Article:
They have also filed motions recognizable under the U.S. Constitution declaring his actual innocence and incompetent assistance of trial counsel.

Judge Joseph Maher

Judge Deborah Thomas read his first trial transcript, now missing, and opined that he should have been considered acquitted because there was no record of why Judge Joseph Maher dismissed the jury then.

There is also no record of who the jurors were in his third trial in front of Maher, which supplanted a second jury seated in front of Judge Ollie Bivins, the first African-American judge on the Genesee County Circuit Court bench. Judge Maher, a long-time racist, took it back from Bivins. For information on Judge Bivins’ illustrious history fighting for his people, see

Judge Ollie Bivins, Jr. sworn in Oct. 10, 1968. Flint Journal photo.

Lewis has contended on the record that he was the first juvenile lifer to win a re -sentencing in front of Judge Edward Ewell in 2012, and that therefore he is not subject to the Michigan statutes established for juvenile lifer re-sentencings in 2014, under ex post facto rulings. 

U.S. District Court Judge Mark Goldsmith recently banned the portion of those statutes that denied re-sentenced juvenile lifers access to earned good time and disciplinary credits, also citing the ex post facto bar.

“Once we set the mitigation date, Mr. Schulman and I will work together and come up with dates for all the experts to testify,” Dawson said. “Mr. Lewis can then decide how much he wants to participate—that’s his right. We can then decide how to move forward. Mr. Schulman and I can then present evidence and the court has ability to address it sometime in the future.”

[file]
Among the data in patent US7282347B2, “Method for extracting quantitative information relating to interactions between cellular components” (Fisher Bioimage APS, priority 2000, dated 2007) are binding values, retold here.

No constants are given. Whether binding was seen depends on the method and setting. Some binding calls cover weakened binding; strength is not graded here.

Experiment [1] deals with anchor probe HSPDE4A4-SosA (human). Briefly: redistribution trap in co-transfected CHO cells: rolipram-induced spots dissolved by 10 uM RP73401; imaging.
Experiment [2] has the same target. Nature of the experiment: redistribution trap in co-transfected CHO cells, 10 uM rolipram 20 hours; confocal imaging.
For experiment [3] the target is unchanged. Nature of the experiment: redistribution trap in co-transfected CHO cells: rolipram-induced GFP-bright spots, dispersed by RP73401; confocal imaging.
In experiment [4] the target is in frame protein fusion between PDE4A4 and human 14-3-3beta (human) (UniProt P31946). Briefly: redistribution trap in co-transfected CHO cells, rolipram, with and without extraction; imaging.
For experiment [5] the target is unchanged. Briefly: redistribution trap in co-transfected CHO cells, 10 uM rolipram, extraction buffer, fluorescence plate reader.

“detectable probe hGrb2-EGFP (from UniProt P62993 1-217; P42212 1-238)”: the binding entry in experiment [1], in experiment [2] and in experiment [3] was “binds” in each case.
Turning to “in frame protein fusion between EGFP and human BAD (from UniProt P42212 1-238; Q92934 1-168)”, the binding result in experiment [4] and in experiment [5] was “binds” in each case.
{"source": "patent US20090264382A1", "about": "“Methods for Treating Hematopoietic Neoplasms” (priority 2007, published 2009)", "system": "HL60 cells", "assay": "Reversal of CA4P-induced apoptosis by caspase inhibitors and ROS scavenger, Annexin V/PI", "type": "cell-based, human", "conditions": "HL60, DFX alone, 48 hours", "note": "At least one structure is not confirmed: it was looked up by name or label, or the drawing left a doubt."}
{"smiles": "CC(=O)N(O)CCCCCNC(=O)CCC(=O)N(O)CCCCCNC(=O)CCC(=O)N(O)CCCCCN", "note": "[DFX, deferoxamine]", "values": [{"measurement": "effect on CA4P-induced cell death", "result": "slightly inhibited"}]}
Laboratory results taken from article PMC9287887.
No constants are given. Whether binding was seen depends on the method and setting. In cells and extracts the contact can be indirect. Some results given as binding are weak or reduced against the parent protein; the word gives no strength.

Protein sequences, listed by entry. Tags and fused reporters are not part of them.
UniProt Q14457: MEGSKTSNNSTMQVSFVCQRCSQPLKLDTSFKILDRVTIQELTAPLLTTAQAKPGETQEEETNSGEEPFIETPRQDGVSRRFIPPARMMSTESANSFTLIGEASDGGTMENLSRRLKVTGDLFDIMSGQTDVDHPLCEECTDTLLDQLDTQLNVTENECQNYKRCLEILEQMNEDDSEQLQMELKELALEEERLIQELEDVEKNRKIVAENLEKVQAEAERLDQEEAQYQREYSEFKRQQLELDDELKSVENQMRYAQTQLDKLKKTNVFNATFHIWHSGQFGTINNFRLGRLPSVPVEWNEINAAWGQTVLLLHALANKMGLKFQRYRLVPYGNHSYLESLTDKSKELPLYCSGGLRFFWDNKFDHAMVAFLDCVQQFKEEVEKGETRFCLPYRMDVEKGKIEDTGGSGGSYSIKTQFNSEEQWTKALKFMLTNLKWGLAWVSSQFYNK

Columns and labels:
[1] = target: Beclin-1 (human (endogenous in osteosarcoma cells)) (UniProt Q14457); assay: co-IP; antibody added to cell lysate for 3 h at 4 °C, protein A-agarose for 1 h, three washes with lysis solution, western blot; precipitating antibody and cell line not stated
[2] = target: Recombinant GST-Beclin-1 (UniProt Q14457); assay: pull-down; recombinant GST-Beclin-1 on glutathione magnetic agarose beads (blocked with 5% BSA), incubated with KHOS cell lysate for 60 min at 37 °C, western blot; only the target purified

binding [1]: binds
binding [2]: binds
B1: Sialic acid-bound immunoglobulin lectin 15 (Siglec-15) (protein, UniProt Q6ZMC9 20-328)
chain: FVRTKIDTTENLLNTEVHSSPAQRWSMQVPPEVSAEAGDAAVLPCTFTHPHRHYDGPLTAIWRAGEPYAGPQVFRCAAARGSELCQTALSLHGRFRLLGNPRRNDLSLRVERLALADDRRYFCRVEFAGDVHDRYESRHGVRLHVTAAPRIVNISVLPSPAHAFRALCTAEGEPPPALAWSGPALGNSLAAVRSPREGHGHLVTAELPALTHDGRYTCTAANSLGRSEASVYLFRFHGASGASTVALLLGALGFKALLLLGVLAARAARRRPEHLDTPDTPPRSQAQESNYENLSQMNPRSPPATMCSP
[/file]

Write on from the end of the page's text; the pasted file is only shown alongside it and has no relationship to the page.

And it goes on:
For the second time in the last two hearings, defense attorney Sanford Schulman presented himself for the hearing set for 10 a.m., then disappeared to another courtroom for over an hour. He and Dawson then left to confer in the witness room.

Lewis told VOD that he was about to be taken back to his room in the Macomb Correctional Facility when the Court finally called and said it was ready.

Schulman reported that two “mitigation experts” he tried to hire for Lewis’ hearing have now backed out. The second, Gayl Amalfitano, submitted a questionable resume as documented in VOD’s last story. 

He said that once a mitigation expert is hired, that expert would designate any other experts needed for the hearing, causing further delay.

Two television news cameramen waited patiently in the courtroom during all the delays.

Some of Charles ‘K.K.’ Lewis supporters rally outside courthouse during 2016 hearing.

Related documents:

Court of Appeals dissenting opinion in Harold Lamont Walker case, pending Michigan Supreme Court decision .

Court of Appeals opinion castigating Judge Lillard for racial anti-immigrant comments in Christobal DeLeon case:

Court of Appeals opinion in Floyd Pennington case:

Court of Appeals opinion in Derek James Smith case:


Related stories: